After a few minutes, Amma started calling out the nationalities of some of those seated around her: “German, French, Spanish, English, Dutch…” It had been almost a year since many of them had seen Amma, and appropriately the room carried the feeling of a reunion.

Soon, Amma began to sing:

Sri Krishna Sri Hari Krishna…

Govinda Nanda Mukunda…

Gopi Lola Gopa Kumara Vrindavana Lola…

Some of the devotees sang along, others simply sat gazing up at Amma’s face, too content to even open their mouths.

Amma’s acknowledgment of the room’s diversity was a touching beginning to her European Tour, which–with its nine countries in six weeks–is perhaps the best illustration of how Amma is not only embracing the world, but also how the world is embracing Amma.

During the next couple hours, Amma sang five or six bhajans with the devotees, including a few in German. One of the bhajans was, “Wo Kann Ich Hin?” –‘Where Can I Go?’.

In between each song, Amma joked with the devotees and inquired about their health and  their year in general. She also told them about her year, which, of course–as all of them knew–had revolved almost exclusively around the tsunami that took place six weeks after the conclusion of the 2004 European Tour.

Amma told them how hard the Ashramites have been working to complete the 6,000 odd tsunami-relief houses the Ashram has pledged to construct throughout South India. She  also talked about the difficulties of dealing with the government, about her trip to console tsunami victims in Sri Lanka, the fishing boats the Ashram has been giving away and about many of the other tsunami relief works…

By the time Amma had finished, she truly had given a recap of her entire year. At that point, one of the devotees from Ireland who had recently visited Amma’s Ashram in India said, “It’s true! I have seen how fast things are moving with my own eyes. But still I wonder how it’s possible that so much has happened in such a short time.”

To which Amma responded, “When I have children like all of you all over the world, nothing is impossible. You are my greatest wealth.”


Villagers transformed by Ammas love

3 October 2005, Amma leaving Amritapuri

Amma left the ashram for Her 2005 European Tour at 5:15 a.m. today. The ashram residents lined the path from Amma’s room to the beach road. But the path did not end there… even at that early hour it seemed the entire village was awake and standing in front of their homes with palms joined.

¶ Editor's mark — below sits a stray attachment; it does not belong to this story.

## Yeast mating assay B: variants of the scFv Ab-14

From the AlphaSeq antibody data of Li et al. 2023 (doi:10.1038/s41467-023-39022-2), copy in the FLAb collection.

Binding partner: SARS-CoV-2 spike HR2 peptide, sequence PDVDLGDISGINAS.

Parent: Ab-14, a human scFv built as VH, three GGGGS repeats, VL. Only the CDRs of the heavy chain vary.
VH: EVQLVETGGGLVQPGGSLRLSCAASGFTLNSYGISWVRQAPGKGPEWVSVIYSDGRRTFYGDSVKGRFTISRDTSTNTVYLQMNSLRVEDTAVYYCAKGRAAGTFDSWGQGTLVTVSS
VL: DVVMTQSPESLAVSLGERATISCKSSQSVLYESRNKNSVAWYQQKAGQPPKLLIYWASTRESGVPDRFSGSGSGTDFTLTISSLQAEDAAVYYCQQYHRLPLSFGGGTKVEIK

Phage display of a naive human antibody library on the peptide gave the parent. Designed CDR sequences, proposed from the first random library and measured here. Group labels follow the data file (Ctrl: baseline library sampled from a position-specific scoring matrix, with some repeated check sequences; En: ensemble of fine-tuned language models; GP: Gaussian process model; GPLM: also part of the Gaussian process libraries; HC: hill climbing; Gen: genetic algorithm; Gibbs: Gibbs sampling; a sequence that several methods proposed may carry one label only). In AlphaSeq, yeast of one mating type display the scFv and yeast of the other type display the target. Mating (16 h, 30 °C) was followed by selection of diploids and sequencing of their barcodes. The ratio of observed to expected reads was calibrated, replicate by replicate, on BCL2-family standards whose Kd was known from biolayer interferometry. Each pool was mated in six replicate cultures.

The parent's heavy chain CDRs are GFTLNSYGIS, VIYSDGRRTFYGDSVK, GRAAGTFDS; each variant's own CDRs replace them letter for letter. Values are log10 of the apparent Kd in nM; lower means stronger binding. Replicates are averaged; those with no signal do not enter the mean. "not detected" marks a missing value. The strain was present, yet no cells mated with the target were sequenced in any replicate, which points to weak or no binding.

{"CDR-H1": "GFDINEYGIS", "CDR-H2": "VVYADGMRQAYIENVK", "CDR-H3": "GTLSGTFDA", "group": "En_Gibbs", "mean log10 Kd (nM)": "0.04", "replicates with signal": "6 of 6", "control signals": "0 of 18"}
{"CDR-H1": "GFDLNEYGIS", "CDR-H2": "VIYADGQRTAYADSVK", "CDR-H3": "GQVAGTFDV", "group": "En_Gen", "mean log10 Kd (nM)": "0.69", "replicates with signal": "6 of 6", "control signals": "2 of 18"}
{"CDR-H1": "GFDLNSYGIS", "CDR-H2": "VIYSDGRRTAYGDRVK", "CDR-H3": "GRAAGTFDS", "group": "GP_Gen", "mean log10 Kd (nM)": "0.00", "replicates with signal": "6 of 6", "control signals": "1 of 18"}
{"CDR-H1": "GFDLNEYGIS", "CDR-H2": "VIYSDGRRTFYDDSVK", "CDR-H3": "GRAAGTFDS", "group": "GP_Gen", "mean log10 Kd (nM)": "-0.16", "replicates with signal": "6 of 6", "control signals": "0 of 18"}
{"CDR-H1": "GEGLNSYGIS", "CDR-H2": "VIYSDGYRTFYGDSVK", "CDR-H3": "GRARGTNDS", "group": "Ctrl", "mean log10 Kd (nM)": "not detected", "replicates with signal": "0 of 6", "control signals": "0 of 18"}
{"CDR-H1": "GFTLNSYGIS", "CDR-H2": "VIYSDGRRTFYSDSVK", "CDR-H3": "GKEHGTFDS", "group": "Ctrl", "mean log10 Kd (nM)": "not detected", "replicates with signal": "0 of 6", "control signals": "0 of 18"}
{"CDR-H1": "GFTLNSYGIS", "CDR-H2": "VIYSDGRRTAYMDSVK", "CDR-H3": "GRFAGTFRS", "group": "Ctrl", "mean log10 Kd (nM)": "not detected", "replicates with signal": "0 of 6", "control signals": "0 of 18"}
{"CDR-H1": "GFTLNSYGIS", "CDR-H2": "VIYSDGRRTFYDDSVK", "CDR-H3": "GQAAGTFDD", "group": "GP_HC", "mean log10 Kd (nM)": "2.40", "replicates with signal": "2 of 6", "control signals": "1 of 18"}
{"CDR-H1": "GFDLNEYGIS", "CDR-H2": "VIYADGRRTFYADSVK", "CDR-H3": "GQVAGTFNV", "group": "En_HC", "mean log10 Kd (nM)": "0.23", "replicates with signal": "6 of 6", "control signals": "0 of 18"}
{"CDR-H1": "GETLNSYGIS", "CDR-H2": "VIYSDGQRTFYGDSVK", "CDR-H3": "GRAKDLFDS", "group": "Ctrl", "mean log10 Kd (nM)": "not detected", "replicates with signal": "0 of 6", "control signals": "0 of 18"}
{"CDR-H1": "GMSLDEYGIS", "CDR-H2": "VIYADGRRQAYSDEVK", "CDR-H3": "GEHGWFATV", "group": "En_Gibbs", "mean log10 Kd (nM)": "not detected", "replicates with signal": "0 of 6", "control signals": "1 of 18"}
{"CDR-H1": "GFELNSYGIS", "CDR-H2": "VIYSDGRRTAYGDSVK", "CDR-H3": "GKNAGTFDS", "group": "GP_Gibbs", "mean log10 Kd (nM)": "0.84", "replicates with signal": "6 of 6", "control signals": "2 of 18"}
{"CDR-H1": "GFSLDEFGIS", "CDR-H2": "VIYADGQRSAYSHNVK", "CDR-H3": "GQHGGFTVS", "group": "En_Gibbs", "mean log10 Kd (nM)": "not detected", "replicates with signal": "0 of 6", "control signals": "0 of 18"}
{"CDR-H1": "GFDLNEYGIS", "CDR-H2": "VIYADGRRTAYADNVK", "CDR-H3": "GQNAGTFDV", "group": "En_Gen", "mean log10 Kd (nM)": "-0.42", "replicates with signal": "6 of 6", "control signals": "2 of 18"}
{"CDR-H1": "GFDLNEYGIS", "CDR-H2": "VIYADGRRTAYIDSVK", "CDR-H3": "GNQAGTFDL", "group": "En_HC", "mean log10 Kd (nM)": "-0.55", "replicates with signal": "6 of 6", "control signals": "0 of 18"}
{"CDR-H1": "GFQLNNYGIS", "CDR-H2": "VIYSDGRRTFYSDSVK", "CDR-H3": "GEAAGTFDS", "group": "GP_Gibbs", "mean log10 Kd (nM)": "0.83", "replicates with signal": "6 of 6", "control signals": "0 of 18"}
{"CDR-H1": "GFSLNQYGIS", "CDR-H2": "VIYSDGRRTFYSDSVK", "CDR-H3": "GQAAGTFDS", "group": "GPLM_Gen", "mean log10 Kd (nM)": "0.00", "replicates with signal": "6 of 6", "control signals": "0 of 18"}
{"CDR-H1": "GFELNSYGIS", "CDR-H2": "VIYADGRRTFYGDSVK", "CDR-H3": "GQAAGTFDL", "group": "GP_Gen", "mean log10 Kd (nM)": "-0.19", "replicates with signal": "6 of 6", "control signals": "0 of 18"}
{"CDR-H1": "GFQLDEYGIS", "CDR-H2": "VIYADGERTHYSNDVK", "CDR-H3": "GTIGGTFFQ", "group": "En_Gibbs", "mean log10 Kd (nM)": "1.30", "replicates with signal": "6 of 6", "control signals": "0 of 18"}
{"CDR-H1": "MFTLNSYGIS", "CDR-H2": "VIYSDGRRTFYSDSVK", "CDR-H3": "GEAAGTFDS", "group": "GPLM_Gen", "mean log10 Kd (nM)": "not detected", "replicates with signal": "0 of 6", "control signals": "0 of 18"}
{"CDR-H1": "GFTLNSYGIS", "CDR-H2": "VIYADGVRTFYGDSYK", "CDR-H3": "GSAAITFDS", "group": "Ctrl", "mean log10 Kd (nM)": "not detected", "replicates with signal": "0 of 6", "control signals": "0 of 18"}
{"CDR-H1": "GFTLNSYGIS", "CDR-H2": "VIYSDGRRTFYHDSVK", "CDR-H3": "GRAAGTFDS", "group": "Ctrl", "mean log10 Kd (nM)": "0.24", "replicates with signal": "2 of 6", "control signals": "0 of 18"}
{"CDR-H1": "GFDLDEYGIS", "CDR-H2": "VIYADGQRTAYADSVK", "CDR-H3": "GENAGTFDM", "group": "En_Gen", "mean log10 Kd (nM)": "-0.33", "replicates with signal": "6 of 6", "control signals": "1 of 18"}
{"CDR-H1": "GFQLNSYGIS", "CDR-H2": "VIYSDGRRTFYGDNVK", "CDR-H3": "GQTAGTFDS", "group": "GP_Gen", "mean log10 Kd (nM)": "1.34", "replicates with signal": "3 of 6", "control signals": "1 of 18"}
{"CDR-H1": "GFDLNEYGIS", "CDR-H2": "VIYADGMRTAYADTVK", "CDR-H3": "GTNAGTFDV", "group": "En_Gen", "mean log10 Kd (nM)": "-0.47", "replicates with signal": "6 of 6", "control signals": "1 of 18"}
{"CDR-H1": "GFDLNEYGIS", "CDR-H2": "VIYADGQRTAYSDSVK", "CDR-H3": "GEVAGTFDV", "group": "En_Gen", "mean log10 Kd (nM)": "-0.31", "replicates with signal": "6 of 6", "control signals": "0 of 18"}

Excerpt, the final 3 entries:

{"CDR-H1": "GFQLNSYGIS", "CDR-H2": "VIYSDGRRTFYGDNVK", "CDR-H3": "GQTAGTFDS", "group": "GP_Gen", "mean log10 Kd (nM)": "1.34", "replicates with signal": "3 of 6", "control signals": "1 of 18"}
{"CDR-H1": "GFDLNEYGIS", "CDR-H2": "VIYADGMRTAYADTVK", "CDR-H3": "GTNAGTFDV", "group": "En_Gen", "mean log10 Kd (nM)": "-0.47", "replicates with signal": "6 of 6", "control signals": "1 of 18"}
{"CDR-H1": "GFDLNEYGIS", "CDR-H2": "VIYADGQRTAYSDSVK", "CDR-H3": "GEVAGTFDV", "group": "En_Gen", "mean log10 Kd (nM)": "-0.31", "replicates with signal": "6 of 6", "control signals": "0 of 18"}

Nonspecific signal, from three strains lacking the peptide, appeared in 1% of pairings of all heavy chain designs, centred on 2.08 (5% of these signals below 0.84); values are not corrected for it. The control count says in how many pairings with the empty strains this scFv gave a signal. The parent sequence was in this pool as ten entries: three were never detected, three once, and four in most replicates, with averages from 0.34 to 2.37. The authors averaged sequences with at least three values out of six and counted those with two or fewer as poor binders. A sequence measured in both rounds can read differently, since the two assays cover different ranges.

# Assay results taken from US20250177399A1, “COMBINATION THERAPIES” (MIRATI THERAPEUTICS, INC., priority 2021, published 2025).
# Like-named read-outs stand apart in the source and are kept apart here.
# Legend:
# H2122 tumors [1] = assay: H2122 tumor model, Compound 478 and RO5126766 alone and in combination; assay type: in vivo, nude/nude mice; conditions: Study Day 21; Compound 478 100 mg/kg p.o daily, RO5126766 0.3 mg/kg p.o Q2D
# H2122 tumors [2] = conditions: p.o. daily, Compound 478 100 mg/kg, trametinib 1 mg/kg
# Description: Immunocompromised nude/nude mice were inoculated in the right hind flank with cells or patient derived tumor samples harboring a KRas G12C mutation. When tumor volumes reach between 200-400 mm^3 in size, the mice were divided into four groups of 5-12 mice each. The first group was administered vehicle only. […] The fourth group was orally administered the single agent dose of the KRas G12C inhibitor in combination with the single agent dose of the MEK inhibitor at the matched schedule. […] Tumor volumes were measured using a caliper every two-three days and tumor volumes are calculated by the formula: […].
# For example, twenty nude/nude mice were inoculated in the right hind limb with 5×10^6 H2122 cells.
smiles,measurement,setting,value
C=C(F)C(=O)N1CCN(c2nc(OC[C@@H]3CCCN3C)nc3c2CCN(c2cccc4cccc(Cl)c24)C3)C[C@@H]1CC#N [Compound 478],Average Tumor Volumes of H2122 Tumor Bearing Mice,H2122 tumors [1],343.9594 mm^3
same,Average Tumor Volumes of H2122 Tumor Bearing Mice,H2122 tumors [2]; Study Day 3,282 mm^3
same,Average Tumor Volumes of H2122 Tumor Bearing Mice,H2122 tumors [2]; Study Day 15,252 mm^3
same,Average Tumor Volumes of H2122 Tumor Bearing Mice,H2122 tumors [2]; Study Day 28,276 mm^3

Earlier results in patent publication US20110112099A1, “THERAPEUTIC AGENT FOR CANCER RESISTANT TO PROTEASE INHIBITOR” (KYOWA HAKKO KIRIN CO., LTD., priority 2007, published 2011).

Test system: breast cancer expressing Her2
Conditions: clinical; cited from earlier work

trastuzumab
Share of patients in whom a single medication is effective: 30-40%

Lamps were lit in front of many houses and the entire household—mothers, fathers, children, grandparents—had already taken their bath and waited near the lamps for Amma to pass by. The mantra, “Om Amriteswaryai Namah” pulsed softly in tune with the waves crashing against the shore.

Amma’s car moved slowly along the road, stopping at each lit lamp. The villagers stretched out their hands and Amma pressed candies into them. After Amma passed, many of the villagers could be seen shedding tears. Some still chanted Amma’s name; others softly murmured, “She touched my hand…She gave me a sweet.” Others stood silently, motionlessly, blinking back tears.

Many people heard the mantras and ran straight from their beds in time to catch a precious glimpse of Amma, while others came straight from the bathroom, their clothes wet and hair still dripping…recalling the famous Amma story of Vidura’s wife running to catch a glimpse of Sri Krishna.

The villagers rushing to greet Amma in the car as their lamps keep burning by the road side.

It was not an ordinary scene for these parts. In earlier days, the villagers did not react much when Amma left the area. Regarding this transformation, a villager who works as a soldier in the army commented, “We all believed Kadalamma [Mother Sea] was our protector. But when the sea set out to destroy us, Amma protected us. Amma is greater than Kadalamma.”

It was the second time in recent days that the villagers had lined the streets with lamps lit for Amma; they did the same thing during Her 52nd birthday. (news)

Again, this was a departure from the past. This year was the first time they took Amma’s birthday as a holiday. None of the fishermen had gone out to sea that day. More than taking the day off, it signaled a marked difference in the villagers’ attitude towards Amma. After all that She has done for them in the wake of the devastating tsunami, it is no surprise that they have chosen to consider the day of Amma’s birth as a “holy day.”


A sweet parting gift

2 October 2005, Amritapuri

Today after noon, after having finished giving darshan to newcomers, Amma unexpectedly headed towards the pool.

Within minutes, word had spread throughout the Ashram that she was going swimming.  Ashramites ran to their rooms to put on their swimsuits and rushed to the pool to spend time with her.

Though Amma had been to the pool twice this past year with Tsunami children, it has been quiet some time since Amma had called the Ashramites to join her.

First Amma called the male residents.  Amma stood at the deep end of the pool surrounded by beaming devotees.  One by one, the boys lined up to be pushed into the pool by her.  Amma took special care to ask each one whether they knew how to swim.  If they said ‘no’, she helped them put on a life preserver.  Experienced swimmers stood by to guide them to the shallow end.

Sometimes she would laugh at the antics of the boys as they jumped, dove, or belly flopped into the pool.    Other times, she would chuckle at someone’s large belly.

After everyone had been pushed in, Amma sat down in a chair and started singing He Giridhara Gopala  – her arms rising upwards to the sky.   Everyone sang at the top of their lungs – no one cared whether he was singing in tune or not – we were all in bliss.

Amma then asked all the men to leave and invited all the women to come.   Again, she pushed each person into the pool.  At the end, everyone sang Sri Krishna, Sri Hari Krishna.  Suddenly, Amma started dancing!   Afterwards, she surprised everyone again by jumping in the pool and swimming to the shallow end!

All the Ashramites were beaming with joy at the wonderful parting present she had given us before her Europe tour.